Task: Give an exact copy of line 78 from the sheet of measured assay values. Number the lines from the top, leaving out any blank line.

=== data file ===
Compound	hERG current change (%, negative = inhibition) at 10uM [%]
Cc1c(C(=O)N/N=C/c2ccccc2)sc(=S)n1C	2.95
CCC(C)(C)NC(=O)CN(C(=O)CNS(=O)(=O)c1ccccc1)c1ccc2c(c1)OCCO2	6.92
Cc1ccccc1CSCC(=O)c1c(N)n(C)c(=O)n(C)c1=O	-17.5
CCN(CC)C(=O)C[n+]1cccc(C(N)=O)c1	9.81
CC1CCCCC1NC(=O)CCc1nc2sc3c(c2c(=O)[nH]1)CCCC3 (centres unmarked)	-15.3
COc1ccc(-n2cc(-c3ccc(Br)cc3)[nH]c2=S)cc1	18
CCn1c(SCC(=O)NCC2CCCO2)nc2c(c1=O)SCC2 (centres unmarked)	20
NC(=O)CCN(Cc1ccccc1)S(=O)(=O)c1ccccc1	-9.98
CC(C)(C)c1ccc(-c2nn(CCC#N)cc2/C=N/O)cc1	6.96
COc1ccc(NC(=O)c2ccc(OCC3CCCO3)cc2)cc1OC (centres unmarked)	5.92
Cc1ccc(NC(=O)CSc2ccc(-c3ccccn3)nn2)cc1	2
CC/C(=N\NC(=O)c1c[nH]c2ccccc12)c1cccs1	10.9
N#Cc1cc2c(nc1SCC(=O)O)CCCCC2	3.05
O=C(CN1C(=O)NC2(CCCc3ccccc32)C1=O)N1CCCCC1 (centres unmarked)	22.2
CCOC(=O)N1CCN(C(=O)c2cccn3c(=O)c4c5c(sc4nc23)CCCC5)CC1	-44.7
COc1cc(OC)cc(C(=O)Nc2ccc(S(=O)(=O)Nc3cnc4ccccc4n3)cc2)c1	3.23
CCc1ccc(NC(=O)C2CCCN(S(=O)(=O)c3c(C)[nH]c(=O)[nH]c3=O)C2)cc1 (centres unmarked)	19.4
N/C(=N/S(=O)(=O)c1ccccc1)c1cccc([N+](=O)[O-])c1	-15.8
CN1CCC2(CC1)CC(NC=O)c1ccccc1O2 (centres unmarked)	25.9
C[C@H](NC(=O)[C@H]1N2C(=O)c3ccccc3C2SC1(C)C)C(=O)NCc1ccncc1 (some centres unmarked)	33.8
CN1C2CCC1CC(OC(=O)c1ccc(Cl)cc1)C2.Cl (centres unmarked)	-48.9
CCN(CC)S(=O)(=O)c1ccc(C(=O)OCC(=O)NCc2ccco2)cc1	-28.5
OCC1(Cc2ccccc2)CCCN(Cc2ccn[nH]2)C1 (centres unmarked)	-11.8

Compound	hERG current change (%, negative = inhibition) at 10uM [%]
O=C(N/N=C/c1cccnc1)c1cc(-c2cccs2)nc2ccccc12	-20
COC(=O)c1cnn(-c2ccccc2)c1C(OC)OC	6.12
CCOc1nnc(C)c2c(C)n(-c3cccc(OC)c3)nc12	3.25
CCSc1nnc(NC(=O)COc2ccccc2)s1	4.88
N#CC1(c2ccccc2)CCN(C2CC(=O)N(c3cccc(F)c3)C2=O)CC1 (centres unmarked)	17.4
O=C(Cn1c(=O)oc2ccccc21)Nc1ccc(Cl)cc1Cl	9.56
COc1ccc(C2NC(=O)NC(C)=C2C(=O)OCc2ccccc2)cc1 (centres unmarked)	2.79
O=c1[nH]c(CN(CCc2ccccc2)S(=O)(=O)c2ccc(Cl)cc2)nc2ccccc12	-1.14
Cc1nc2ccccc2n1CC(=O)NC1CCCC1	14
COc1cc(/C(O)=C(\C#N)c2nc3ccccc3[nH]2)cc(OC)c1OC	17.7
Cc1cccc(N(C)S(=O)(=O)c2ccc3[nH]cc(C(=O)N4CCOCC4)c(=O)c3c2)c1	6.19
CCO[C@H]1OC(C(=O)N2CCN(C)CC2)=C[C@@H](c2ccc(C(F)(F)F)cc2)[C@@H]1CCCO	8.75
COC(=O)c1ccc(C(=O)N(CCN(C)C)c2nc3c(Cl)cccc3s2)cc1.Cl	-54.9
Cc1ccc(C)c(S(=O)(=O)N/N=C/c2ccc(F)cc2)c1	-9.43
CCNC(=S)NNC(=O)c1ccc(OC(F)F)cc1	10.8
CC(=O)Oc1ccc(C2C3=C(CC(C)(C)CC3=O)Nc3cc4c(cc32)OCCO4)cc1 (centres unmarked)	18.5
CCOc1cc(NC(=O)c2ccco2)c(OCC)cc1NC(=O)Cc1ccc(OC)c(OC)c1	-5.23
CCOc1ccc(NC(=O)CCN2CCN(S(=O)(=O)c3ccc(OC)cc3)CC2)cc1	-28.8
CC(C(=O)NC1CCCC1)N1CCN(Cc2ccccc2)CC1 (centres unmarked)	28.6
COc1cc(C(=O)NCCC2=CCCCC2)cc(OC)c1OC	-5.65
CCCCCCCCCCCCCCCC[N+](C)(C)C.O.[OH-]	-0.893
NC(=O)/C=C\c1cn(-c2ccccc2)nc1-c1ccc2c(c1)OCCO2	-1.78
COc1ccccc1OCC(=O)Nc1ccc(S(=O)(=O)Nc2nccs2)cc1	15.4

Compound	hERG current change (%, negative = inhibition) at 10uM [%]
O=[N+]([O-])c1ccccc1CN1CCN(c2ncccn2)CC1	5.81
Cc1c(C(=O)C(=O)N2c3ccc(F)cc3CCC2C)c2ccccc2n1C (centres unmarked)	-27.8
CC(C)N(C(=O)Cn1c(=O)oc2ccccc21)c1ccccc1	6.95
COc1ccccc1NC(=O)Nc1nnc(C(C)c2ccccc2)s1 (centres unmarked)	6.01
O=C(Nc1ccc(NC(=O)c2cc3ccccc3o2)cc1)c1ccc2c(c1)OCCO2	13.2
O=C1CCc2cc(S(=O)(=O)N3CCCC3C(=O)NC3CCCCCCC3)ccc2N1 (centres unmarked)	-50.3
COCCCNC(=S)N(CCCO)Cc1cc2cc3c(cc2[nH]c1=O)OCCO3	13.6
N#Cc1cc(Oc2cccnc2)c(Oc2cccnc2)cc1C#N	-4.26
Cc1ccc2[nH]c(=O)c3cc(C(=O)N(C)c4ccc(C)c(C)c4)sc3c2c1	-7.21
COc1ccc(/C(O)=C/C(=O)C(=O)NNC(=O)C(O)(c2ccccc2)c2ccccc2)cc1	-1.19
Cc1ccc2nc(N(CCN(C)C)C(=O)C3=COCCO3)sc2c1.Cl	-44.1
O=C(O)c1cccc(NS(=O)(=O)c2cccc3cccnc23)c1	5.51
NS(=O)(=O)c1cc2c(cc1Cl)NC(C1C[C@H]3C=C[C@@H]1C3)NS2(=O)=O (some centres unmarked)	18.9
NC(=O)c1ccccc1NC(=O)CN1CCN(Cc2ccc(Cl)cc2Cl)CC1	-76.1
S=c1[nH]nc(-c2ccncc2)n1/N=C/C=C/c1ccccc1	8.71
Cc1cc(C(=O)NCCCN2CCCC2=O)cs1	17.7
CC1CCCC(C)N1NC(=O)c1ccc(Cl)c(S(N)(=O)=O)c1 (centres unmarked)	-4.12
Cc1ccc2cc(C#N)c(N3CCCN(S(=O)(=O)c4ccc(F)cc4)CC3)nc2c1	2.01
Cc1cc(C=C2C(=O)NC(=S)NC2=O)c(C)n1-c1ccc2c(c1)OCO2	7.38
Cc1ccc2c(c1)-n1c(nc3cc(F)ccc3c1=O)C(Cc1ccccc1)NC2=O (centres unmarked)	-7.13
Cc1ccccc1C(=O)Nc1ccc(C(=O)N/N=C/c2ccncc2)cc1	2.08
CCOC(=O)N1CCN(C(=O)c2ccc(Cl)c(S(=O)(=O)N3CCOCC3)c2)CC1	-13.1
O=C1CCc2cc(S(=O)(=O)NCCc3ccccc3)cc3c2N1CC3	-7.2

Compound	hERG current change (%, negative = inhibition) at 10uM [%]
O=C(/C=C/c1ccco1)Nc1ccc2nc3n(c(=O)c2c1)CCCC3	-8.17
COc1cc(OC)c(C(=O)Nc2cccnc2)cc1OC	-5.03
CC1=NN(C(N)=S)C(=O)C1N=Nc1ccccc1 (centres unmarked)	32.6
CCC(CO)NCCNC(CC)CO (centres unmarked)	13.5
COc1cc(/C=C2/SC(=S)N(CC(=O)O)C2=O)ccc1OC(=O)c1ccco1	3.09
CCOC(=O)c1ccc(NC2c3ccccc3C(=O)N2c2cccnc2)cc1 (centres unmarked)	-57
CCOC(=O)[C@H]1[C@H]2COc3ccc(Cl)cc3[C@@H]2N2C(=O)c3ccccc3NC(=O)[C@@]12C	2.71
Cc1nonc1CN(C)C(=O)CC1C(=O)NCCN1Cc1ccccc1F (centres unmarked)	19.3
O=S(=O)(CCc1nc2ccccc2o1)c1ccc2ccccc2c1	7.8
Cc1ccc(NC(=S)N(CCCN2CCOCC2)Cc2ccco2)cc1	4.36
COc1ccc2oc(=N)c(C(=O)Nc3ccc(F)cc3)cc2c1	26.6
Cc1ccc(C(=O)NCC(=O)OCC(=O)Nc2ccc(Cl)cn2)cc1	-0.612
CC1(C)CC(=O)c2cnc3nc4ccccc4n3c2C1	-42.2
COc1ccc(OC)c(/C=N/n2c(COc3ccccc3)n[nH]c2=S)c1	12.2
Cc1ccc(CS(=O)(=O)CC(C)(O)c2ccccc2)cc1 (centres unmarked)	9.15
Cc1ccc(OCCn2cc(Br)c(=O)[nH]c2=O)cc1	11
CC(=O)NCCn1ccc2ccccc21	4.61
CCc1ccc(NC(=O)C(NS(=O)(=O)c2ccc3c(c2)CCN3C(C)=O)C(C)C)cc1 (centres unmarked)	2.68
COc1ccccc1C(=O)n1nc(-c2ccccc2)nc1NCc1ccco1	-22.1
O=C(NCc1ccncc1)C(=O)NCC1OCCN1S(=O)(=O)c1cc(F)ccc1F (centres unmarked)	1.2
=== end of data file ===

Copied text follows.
COc1cc(/C=C2/SC(=S)N(CC(=O)O)C2=O)ccc1OC(=O)c1ccco1	3.09